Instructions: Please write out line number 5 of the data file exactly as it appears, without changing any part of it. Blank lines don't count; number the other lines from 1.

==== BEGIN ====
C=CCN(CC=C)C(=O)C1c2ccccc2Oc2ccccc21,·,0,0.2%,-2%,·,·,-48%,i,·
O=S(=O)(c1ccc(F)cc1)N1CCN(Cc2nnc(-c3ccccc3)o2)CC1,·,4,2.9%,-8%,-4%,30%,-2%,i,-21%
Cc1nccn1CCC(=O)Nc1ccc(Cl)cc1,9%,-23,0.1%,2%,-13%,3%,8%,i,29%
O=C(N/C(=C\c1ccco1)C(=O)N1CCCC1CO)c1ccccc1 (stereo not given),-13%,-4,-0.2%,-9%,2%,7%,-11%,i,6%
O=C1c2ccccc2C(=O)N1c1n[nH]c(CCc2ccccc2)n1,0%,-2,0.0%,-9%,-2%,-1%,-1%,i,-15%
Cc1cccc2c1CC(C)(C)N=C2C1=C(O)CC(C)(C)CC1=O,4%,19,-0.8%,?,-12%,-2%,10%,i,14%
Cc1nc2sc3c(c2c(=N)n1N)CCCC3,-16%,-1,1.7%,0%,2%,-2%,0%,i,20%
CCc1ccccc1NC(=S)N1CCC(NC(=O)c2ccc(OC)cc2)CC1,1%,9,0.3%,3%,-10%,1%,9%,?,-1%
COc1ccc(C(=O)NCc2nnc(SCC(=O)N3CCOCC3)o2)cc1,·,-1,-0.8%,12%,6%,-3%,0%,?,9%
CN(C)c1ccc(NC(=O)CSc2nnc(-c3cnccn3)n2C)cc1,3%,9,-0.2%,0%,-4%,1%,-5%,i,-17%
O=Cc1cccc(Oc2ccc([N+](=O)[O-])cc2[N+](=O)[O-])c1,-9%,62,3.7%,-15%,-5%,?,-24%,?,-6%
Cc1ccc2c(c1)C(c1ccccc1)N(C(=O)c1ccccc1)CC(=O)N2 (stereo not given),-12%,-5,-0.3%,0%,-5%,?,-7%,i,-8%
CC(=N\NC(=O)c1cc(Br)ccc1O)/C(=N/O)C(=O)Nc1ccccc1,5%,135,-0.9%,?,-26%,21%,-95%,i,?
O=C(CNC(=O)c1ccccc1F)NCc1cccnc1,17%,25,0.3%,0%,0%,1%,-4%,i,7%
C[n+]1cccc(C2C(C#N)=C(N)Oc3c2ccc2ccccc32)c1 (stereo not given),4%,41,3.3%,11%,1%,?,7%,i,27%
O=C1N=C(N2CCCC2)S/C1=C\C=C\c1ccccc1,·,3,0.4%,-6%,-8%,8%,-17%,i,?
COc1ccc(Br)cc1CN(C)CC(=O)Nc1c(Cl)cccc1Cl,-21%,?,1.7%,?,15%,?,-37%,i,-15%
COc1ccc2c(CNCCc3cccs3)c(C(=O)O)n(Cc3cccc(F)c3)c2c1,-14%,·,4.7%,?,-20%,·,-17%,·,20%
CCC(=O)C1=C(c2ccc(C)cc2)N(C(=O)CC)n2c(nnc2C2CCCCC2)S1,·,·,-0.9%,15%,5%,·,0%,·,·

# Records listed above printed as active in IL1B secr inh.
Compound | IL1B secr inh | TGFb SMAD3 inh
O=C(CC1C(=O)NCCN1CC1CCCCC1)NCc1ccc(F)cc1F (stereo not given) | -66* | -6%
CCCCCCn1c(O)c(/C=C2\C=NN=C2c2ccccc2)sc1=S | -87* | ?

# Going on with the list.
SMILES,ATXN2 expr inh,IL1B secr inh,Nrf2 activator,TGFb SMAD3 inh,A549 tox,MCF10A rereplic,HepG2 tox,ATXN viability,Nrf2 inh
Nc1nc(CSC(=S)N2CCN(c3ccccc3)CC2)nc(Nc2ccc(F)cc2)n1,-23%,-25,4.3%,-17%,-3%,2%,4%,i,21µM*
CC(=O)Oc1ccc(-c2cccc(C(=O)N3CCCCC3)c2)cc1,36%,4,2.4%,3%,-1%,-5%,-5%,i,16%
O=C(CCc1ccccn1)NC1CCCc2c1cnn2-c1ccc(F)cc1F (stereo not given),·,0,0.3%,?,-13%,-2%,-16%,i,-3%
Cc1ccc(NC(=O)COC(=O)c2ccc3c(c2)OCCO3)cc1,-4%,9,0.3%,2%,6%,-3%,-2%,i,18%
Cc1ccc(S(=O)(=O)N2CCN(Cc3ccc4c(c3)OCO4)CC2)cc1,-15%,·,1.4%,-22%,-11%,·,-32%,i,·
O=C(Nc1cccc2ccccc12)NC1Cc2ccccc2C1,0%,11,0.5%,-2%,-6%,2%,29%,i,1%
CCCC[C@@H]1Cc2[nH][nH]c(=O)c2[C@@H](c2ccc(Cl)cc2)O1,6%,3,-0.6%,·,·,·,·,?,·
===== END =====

O=C1c2ccccc2C(=O)N1c1n[nH]c(CCc2ccccc2)n1,0%,-2,0.0%,-9%,-2%,-1%,-1%,i,-15%